24 July 2014

Crime Severity Indices, St. John’s #nlpoli

This week, Statistics Canada released their latest compilation of crime statistics based on reports by police.

The figures in the release were year to year but if you hunt around a bit,  you can find the original tables of data.  from there, you can pluck out specific information.  In this post, we’ve pulled out the data for St. John’s from 2003 to 2013.

Crime YYT

The orange line shows the index for the severity of non-violent crime.  it’s the highest of the three but the trend is unmistakably downward over the past decade.

The blue line is the overall crime severity index.  Again, the trend is definitely downward over the past decade.  That’s particularly true for the period after 2010  (the data at 8 on the horizontal axis).

Now look at the red.

It’s violent crime:  assault,  murder,  domestic violence.  All the nasty stuff.

Royal Newfoundland Constabulary Chief Bill Janes spoke to reporters on Wednesday about the numbers.  he downplayed the change in the violent crime severity numbers.  The reported rate went up year over year because there were three murders in St. John’s last year and none the year before.  He said the numbers are weighted and that makes it look worse than it is.

Errr.

No.

Weighted means that the people at Statistics Canada take into account that kind of situation so that you don;t get a skewed perspective.  The VCSI went up from 2012 to 2013 but not by a dramatic amount.  That’s because of the weighting.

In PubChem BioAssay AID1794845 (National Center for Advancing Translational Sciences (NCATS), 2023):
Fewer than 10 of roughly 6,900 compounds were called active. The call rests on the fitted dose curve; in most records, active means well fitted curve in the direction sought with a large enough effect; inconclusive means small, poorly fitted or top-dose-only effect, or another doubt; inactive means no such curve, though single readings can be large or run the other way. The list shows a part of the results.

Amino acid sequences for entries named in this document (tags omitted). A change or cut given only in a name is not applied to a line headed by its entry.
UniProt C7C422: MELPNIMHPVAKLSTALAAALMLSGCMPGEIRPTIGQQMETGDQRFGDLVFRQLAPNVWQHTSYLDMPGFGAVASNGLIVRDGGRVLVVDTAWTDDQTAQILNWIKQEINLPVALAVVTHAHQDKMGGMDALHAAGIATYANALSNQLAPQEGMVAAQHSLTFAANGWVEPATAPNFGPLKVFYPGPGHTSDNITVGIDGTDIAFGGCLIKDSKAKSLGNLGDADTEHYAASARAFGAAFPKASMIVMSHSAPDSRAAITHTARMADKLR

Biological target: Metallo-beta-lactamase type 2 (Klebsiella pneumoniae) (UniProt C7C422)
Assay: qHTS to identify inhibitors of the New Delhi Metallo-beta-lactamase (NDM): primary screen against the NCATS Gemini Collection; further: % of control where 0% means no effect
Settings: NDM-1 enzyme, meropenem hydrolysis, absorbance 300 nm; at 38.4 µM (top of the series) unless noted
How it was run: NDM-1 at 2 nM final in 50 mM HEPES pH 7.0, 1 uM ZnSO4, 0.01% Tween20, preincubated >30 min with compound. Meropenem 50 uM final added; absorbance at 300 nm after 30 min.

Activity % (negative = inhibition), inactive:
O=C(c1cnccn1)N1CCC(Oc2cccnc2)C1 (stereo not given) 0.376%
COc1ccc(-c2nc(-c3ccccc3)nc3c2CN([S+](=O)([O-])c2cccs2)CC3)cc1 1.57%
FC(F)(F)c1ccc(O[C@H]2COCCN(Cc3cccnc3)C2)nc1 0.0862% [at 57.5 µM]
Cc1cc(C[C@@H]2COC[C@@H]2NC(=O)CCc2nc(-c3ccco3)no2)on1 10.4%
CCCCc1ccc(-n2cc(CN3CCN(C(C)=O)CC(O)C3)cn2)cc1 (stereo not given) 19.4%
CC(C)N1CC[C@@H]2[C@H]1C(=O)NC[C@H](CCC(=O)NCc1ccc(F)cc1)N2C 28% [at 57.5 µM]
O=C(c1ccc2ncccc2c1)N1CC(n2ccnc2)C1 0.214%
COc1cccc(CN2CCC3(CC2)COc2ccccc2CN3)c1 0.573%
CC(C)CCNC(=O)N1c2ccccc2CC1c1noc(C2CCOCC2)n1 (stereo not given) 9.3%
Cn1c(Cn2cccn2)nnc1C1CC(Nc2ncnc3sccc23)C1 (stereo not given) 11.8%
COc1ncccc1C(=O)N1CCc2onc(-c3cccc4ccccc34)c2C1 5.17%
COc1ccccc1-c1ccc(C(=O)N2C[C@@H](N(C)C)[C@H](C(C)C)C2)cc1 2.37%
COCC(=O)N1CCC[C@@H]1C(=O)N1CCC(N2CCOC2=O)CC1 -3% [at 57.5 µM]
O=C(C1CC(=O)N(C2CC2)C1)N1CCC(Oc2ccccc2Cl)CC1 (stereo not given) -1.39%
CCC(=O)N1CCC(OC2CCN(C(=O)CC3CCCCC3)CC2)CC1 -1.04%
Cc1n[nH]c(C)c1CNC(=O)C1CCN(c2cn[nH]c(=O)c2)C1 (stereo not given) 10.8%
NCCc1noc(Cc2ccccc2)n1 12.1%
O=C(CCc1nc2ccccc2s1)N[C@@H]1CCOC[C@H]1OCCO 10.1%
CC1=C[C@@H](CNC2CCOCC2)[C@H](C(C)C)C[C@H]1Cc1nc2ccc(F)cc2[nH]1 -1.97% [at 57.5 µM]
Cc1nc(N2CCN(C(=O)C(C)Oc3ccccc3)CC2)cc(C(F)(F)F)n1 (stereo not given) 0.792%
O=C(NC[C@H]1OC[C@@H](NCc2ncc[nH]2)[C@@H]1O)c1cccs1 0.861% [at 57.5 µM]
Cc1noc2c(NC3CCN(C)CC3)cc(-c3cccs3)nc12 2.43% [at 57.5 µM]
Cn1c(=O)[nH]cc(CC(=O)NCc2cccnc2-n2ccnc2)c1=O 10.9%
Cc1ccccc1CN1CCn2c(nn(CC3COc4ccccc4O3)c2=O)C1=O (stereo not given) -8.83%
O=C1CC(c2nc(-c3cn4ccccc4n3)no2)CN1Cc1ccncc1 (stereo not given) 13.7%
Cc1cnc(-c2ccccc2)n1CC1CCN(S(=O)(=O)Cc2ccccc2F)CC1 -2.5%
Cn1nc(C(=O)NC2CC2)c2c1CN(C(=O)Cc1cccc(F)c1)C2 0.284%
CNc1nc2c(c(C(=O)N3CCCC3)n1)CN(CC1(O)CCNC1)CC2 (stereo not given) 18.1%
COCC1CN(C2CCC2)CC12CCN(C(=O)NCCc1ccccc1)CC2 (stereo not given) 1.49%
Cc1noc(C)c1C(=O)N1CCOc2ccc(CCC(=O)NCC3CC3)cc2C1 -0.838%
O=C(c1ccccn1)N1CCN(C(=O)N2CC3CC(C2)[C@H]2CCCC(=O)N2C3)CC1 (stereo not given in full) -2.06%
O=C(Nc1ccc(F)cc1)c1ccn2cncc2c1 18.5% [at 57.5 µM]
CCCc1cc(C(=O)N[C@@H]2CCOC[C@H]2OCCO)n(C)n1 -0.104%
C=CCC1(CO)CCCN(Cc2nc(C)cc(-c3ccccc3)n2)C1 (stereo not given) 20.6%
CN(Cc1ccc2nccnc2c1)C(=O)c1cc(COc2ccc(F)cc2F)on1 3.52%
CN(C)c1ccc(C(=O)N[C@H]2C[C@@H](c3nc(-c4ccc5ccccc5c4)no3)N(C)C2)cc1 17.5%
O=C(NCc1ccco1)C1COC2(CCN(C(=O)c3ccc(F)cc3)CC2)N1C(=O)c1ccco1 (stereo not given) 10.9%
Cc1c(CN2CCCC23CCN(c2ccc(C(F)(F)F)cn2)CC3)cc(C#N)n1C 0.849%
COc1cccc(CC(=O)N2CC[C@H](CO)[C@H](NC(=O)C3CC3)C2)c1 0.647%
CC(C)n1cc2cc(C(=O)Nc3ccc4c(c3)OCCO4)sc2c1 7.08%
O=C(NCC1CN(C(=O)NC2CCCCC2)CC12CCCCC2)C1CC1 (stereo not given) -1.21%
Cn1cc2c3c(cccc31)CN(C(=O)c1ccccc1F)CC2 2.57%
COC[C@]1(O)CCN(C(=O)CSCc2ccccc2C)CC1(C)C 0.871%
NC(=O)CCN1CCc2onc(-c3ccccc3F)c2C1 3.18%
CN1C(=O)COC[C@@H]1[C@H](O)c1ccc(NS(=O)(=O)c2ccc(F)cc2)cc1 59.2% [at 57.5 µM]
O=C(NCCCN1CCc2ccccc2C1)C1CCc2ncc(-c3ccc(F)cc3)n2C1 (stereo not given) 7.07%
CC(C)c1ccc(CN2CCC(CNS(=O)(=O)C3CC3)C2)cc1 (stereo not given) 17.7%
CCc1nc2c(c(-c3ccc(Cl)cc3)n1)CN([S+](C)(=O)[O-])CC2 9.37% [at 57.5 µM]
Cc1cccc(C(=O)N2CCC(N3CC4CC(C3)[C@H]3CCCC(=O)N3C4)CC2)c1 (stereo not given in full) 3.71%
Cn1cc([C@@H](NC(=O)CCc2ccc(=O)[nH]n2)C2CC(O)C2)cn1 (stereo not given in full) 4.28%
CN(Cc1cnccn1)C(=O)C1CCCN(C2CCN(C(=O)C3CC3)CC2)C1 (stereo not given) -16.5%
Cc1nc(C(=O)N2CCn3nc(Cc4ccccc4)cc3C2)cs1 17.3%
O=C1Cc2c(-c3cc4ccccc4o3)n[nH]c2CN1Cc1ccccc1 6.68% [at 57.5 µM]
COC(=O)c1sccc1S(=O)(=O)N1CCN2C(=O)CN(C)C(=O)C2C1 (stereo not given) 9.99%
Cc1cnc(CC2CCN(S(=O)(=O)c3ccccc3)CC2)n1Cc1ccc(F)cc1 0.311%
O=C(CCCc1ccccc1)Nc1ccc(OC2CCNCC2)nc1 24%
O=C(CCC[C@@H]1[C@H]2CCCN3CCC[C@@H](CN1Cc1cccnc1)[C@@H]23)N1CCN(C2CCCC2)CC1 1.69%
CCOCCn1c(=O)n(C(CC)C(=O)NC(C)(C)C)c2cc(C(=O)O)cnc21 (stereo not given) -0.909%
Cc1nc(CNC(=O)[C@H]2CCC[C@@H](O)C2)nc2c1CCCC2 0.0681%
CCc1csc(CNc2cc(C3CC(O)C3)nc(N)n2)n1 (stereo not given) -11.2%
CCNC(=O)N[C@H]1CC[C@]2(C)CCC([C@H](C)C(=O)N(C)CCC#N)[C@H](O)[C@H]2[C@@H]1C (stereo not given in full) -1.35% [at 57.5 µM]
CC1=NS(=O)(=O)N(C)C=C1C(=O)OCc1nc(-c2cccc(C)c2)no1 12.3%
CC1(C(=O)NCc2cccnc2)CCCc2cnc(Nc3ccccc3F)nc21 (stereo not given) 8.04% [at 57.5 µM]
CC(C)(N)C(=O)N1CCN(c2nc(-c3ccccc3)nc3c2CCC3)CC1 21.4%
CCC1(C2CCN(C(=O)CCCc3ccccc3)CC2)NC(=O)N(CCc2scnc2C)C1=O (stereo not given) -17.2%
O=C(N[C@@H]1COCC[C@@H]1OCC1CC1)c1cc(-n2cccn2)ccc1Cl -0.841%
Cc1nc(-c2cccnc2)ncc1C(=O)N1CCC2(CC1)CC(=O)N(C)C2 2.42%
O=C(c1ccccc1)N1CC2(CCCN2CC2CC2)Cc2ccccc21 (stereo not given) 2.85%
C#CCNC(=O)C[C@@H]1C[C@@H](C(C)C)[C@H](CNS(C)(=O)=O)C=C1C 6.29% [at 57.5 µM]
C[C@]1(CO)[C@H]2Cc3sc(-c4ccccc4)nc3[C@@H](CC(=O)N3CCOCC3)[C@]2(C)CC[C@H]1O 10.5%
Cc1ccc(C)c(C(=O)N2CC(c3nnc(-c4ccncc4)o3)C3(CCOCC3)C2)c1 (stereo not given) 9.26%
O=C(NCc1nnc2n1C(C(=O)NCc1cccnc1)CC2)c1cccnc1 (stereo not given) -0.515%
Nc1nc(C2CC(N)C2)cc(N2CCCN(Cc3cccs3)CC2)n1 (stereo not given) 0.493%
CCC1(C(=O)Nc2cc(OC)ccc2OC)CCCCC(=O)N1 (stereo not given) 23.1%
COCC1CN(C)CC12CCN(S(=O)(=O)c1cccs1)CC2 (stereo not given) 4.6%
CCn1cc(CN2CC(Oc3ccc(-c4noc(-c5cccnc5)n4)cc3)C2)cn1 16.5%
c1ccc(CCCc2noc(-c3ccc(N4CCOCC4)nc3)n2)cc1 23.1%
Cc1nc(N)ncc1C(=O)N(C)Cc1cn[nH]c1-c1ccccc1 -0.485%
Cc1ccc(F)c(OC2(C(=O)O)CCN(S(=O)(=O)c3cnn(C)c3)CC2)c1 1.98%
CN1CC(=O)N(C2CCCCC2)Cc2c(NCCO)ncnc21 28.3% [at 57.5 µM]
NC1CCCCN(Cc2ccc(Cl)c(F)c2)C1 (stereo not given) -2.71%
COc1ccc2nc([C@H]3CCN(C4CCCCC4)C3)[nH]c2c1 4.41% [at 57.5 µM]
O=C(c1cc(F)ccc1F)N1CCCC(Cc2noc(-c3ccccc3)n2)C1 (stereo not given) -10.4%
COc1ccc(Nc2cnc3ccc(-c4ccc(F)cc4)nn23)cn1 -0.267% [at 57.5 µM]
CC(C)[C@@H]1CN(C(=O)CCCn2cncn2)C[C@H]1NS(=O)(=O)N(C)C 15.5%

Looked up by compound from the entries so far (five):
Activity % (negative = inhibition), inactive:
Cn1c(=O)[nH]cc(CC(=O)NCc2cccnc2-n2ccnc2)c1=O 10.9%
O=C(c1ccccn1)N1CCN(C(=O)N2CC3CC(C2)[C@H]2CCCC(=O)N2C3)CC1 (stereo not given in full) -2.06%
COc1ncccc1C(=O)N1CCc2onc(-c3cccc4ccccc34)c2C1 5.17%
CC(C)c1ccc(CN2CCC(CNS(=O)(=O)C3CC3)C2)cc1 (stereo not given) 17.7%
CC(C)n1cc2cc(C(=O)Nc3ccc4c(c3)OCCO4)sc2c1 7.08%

To get a better sense of what is going on,  you need to look at the longer term trending.  That’s where you see that Janes is right when he says that overall,  the numbers are good.  The crime severity index overall and the one for non-violent crime is headed downward.

For violent crime though, the trend is not that good.  It’s been on the way up, overall for the past 10 years.  And if you look at the period from 2010 (8)  through to 2013 (11)  then you can see there has still been a modest trend upward.

-srbp-

1 comment:

Jerry Bannister said...

The other part of the story is how the crimes severity indices for NL compare to other provinces and to the national average.

Crimes rates have been declining in jurisdictions all across North America; the question is the relative rate of decline and, as you point out, the type of criminal offences.

The stories on CBC and VOCM are framed solely by the RNC's interpretation, and do not take into account issues such as how St. John's is doing relative to other jurisdictions.

The trend that stuck out to me when I read the Statscan report is where St. John's sits in the national ranking of Canadian cities. Only The Telegram's story, written by Andrew Robinson, picked up on this point.